RETURNING again into Sussex County, he now heard that several prisoners were confined, on various suspicions and charges of loyalty, in the jail of that county, and that one of them was actually under sentence of death. This poor fellow was one of Burgoyne's soldiers, charged with crimes of a civil nature, of which, however, he was generally believed to be innocent. But when a clergyman of the Church of England interposed with his unrelenting prosecutor, and warmly urged this plea of innocence, he was sharply told that, though he might not perhaps deserve to die for the crime for which he had been committed, there could be no doubt of his deserving to die as an enemy to America.
There was something so piteous, as well as shameful, in
the case of this ill-fated victim to republican resentment that
it was determined, if possible, to release both him and his fellow-prisoners.
For this purpose Mr. Moody took with him six men and, late at
night, entered the country town, about seventy miles from New
York. The inhabitants of the town were but too generally disaffected.
This suggested the necessity of stratagem. Coming to the jail,
the keeper called out from the window of an upper room, and demanded
what their business was. The Ensign instantly replied he had a
prisoner to deliver into his custody. "What! One of Moody's
fellows?" said the jailer. "Yes," said the Ensign.
On his inquiring what the name of this supposed prisoner was,
one of the party, who was well known by the inhabitants of that
place to be with Mr. Moody, personated the character of a prisoner,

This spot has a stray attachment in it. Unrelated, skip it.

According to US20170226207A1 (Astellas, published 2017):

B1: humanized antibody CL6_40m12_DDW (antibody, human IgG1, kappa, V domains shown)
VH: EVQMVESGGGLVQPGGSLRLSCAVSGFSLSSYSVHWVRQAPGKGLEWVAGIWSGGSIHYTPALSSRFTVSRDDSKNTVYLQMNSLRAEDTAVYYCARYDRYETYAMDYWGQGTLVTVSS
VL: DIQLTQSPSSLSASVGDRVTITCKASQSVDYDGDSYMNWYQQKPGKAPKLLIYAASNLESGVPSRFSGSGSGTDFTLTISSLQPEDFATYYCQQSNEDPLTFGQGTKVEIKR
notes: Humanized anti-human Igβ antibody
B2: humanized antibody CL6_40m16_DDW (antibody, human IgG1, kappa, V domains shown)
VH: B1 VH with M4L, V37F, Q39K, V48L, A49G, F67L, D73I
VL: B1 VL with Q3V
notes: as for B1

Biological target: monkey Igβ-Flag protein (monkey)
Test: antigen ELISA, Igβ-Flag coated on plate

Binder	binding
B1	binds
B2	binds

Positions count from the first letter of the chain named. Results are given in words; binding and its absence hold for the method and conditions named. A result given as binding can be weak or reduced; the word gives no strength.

and spoke for himself. The jailer gave him a little ill language,
but notwithstanding seemed highly pleased with the idea of his
having so notorious a Tory in his custody.
On the Ensign's urging him to come down and take charge of the man, he peremptorily refused, alleging that, in consequence of Moody's being out, he had received strict orders to open his doors to no man after sunset, and that therefore he must wait till morning.
Finding that this tale would not take, the Ensign now changed his note, and in a stern tone told him, "Sirrah, the man who now speaks to you is Moody. I have a strong party with me, and, if you do not this moment deliver up your keys, I will instantly pull down your house about your ears."
The jailer vanished in a moment. On this, Mr. Moody's men, who were well skilled in the Indian war whoop, made the air resound with such a variety of hideous yells as soon left them nothing to fear from the inhabitants of Newton, which, though the county town, consists only of twenty or thirty houses. "The Indians, the Indians are comel" said the panic-struck people, and happy were they who could soonest escape into the woods. While these things were thus going on, the Ensign had made his way through a casement and was met by a prisoner, whom he immediately employed to procure him a light. The vanished jailer was now again produced, and most obsequiously conducted Mr. Moody to the dungeon of the poor wretch under sentence of death.
It may seem incredible, but it is an undoubted fact, that
notwithstanding all the horrors and awfulness of his situation,
this poor, forlorn, condemned British soldier was found fast asleep,
and had slept so sound as to have heard nothing of the uproar
or alarm. There is no possibility of describing the agony of this
man when, on being thus suddenly aroused, he saw before him a
man in arms, attended by persons whom, though they were familiarly
known to him, so agitated were his spirits, he was utterly at
a loss then to recognize. The first and the only idea that occurred
to him was that, as many of the friends of government had been
privately executed in prison, the person he saw was his executioner.
On Mr. Moody's repeatedly informing him of his mistake, and that
he was come to release him in the name of King George, the transition
from such an abyss of wretchedness to so extravagant a pitch of
joy had well-nigh overcome him.
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